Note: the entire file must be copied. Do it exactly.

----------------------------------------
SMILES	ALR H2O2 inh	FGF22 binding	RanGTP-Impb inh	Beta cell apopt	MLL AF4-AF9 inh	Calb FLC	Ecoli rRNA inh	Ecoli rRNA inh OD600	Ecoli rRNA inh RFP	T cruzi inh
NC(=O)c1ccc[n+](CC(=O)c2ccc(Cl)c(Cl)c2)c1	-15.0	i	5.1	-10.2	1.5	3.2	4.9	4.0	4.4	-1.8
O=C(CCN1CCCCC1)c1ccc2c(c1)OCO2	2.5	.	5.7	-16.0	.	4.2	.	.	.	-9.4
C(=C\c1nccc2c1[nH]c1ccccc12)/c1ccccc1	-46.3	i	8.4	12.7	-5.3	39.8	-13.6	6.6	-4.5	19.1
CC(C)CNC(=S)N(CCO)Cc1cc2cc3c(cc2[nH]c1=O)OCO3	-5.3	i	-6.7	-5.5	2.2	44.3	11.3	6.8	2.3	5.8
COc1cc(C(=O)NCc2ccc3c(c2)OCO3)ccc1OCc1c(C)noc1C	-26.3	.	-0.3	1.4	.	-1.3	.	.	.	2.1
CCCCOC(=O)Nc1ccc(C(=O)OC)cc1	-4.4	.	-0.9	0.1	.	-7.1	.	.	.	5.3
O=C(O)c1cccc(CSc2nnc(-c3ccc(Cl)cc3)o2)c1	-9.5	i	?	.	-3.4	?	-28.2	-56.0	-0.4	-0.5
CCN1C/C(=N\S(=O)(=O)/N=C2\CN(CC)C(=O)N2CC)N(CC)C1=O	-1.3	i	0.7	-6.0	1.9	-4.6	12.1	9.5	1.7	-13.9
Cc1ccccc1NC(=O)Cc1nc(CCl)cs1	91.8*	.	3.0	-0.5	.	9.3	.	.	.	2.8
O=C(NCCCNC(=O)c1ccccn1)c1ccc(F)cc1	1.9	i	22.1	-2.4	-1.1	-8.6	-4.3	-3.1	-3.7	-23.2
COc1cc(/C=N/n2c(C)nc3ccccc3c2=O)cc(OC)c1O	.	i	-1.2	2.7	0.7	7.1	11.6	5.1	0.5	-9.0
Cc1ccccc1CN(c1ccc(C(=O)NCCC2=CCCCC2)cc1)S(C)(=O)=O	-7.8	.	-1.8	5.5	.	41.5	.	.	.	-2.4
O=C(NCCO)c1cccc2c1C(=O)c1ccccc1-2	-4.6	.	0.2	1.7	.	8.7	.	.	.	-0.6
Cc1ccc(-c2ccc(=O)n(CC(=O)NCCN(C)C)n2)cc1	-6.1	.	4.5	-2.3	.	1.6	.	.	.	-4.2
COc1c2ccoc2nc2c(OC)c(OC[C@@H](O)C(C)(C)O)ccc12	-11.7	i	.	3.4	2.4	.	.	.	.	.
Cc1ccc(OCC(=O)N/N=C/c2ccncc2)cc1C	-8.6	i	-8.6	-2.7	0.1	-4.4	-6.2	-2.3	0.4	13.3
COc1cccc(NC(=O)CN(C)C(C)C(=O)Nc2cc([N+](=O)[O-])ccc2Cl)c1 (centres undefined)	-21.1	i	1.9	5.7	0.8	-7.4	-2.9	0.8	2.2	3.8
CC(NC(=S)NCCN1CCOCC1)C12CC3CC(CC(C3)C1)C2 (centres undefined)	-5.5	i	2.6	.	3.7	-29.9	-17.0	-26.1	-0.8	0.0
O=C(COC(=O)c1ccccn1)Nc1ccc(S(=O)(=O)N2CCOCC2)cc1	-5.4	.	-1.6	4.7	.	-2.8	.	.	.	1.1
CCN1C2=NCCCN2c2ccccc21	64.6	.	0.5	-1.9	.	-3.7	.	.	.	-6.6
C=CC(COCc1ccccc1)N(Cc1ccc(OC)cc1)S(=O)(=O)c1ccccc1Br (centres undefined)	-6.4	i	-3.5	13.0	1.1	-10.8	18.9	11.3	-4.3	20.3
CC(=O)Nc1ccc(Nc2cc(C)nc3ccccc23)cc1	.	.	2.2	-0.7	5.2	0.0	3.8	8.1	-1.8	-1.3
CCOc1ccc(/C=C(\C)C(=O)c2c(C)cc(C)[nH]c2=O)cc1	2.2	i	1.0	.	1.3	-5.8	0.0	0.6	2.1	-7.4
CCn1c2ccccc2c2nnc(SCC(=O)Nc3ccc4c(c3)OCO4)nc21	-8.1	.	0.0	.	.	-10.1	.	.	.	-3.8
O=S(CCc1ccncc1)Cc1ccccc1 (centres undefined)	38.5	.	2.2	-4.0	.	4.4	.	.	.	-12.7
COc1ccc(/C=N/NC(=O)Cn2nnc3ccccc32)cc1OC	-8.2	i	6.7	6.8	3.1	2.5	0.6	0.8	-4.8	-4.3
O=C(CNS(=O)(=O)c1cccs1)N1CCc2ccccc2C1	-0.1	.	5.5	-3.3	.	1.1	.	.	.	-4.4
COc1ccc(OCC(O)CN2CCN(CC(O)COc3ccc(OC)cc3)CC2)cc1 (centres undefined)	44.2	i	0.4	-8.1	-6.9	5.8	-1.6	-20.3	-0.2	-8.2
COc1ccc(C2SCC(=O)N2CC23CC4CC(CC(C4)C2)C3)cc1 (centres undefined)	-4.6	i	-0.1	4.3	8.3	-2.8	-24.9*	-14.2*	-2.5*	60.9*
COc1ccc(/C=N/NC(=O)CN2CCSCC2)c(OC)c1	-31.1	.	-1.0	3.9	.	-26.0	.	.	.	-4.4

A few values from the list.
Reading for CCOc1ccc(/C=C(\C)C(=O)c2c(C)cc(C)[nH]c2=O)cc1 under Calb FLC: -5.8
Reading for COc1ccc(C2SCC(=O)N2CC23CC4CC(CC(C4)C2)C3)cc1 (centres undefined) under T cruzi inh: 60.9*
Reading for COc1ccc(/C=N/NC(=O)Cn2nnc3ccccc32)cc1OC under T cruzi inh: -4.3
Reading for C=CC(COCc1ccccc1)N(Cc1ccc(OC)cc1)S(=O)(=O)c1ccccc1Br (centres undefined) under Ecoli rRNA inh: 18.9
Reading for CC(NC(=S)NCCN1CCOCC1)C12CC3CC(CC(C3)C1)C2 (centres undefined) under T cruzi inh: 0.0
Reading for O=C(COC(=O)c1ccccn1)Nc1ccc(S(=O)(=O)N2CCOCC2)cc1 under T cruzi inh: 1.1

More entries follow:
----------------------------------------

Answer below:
SMILES	ALR H2O2 inh	FGF22 binding	RanGTP-Impb inh	Beta cell apopt	MLL AF4-AF9 inh	Calb FLC	Ecoli rRNA inh	Ecoli rRNA inh OD600	Ecoli rRNA inh RFP	T cruzi inh
NC(=O)c1ccc[n+](CC(=O)c2ccc(Cl)c(Cl)c2)c1	-15.0	i	5.1	-10.2	1.5	3.2	4.9	4.0	4.4	-1.8
O=C(CCN1CCCCC1)c1ccc2c(c1)OCO2	2.5	.	5.7	-16.0	.	4.2	.	.	.	-9.4
C(=C\c1nccc2c1[nH]c1ccccc12)/c1ccccc1	-46.3	i	8.4	12.7	-5.3	39.8	-13.6	6.6	-4.5	19.1
CC(C)CNC(=S)N(CCO)Cc1cc2cc3c(cc2[nH]c1=O)OCO3	-5.3	i	-6.7	-5.5	2.2	44.3	11.3	6.8	2.3	5.8
COc1cc(C(=O)NCc2ccc3c(c2)OCO3)ccc1OCc1c(C)noc1C	-26.3	.	-0.3	1.4	.	-1.3	.	.	.	2.1
CCCCOC(=O)Nc1ccc(C(=O)OC)cc1	-4.4	.	-0.9	0.1	.	-7.1	.	.	.	5.3
O=C(O)c1cccc(CSc2nnc(-c3ccc(Cl)cc3)o2)c1	-9.5	i	?	.	-3.4	?	-28.2	-56.0	-0.4	-0.5
CCN1C/C(=N\S(=O)(=O)/N=C2\CN(CC)C(=O)N2CC)N(CC)C1=O	-1.3	i	0.7	-6.0	1.9	-4.6	12.1	9.5	1.7	-13.9
Cc1ccccc1NC(=O)Cc1nc(CCl)cs1	91.8*	.	3.0	-0.5	.	9.3	.	.	.	2.8
O=C(NCCCNC(=O)c1ccccn1)c1ccc(F)cc1	1.9	i	22.1	-2.4	-1.1	-8.6	-4.3	-3.1	-3.7	-23.2
COc1cc(/C=N/n2c(C)nc3ccccc3c2=O)cc(OC)c1O	.	i	-1.2	2.7	0.7	7.1	11.6	5.1	0.5	-9.0
Cc1ccccc1CN(c1ccc(C(=O)NCCC2=CCCCC2)cc1)S(C)(=O)=O	-7.8	.	-1.8	5.5	.	41.5	.	.	.	-2.4
O=C(NCCO)c1cccc2c1C(=O)c1ccccc1-2	-4.6	.	0.2	1.7	.	8.7	.	.	.	-0.6
Cc1ccc(-c2ccc(=O)n(CC(=O)NCCN(C)C)n2)cc1	-6.1	.	4.5	-2.3	.	1.6	.	.	.	-4.2
COc1c2ccoc2nc2c(OC)c(OC[C@@H](O)C(C)(C)O)ccc12	-11.7	i	.	3.4	2.4	.	.	.	.	.
Cc1ccc(OCC(=O)N/N=C/c2ccncc2)cc1C	-8.6	i	-8.6	-2.7	0.1	-4.4	-6.2	-2.3	0.4	13.3
COc1cccc(NC(=O)CN(C)C(C)C(=O)Nc2cc([N+](=O)[O-])ccc2Cl)c1 (centres undefined)	-21.1	i	1.9	5.7	0.8	-7.4	-2.9	0.8	2.2	3.8
CC(NC(=S)NCCN1CCOCC1)C12CC3CC(CC(C3)C1)C2 (centres undefined)	-5.5	i	2.6	.	3.7	-29.9	-17.0	-26.1	-0.8	0.0
O=C(COC(=O)c1ccccn1)Nc1ccc(S(=O)(=O)N2CCOCC2)cc1	-5.4	.	-1.6	4.7	.	-2.8	.	.	.	1.1
CCN1C2=NCCCN2c2ccccc21	64.6	.	0.5	-1.9	.	-3.7	.	.	.	-6.6
C=CC(COCc1ccccc1)N(Cc1ccc(OC)cc1)S(=O)(=O)c1ccccc1Br (centres undefined)	-6.4	i	-3.5	13.0	1.1	-10.8	18.9	11.3	-4.3	20.3
CC(=O)Nc1ccc(Nc2cc(C)nc3ccccc23)cc1	.	.	2.2	-0.7	5.2	0.0	3.8	8.1	-1.8	-1.3
CCOc1ccc(/C=C(\C)C(=O)c2c(C)cc(C)[nH]c2=O)cc1	2.2	i	1.0	.	1.3	-5.8	0.0	0.6	2.1	-7.4
CCn1c2ccccc2c2nnc(SCC(=O)Nc3ccc4c(c3)OCO4)nc21	-8.1	.	0.0	.	.	-10.1	.	.	.	-3.8
O=S(CCc1ccncc1)Cc1ccccc1 (centres undefined)	38.5	.	2.2	-4.0	.	4.4	.	.	.	-12.7
COc1ccc(/C=N/NC(=O)Cn2nnc3ccccc32)cc1OC	-8.2	i	6.7	6.8	3.1	2.5	0.6	0.8	-4.8	-4.3
O=C(CNS(=O)(=O)c1cccs1)N1CCc2ccccc2C1	-0.1	.	5.5	-3.3	.	1.1	.	.	.	-4.4
COc1ccc(OCC(O)CN2CCN(CC(O)COc3ccc(OC)cc3)CC2)cc1 (centres undefined)	44.2	i	0.4	-8.1	-6.9	5.8	-1.6	-20.3	-0.2	-8.2
COc1ccc(C2SCC(=O)N2CC23CC4CC(CC(C4)C2)C3)cc1 (centres undefined)	-4.6	i	-0.1	4.3	8.3	-2.8	-24.9*	-14.2*	-2.5*	60.9*
COc1ccc(/C=N/NC(=O)CN2CCSCC2)c(OC)c1	-31.1	.	-1.0	3.9	.	-26.0	.	.	.	-4.4

A few values from the list.
Reading for CCOc1ccc(/C=C(\C)C(=O)c2c(C)cc(C)[nH]c2=O)cc1 under Calb FLC: -5.8
Reading for COc1ccc(C2SCC(=O)N2CC23CC4CC(CC(C4)C2)C3)cc1 (centres undefined) under T cruzi inh: 60.9*
Reading for COc1ccc(/C=N/NC(=O)Cn2nnc3ccccc32)cc1OC under T cruzi inh: -4.3
Reading for C=CC(COCc1ccccc1)N(Cc1ccc(OC)cc1)S(=O)(=O)c1ccccc1Br (centres undefined) under Ecoli rRNA inh: 18.9
Reading for CC(NC(=S)NCCN1CCOCC1)C12CC3CC(CC(C3)C1)C2 (centres undefined) under T cruzi inh: 0.0
Reading for O=C(COC(=O)c1ccccn1)Nc1ccc(S(=O)(=O)N2CCOCC2)cc1 under T cruzi inh: 1.1

More entries follow: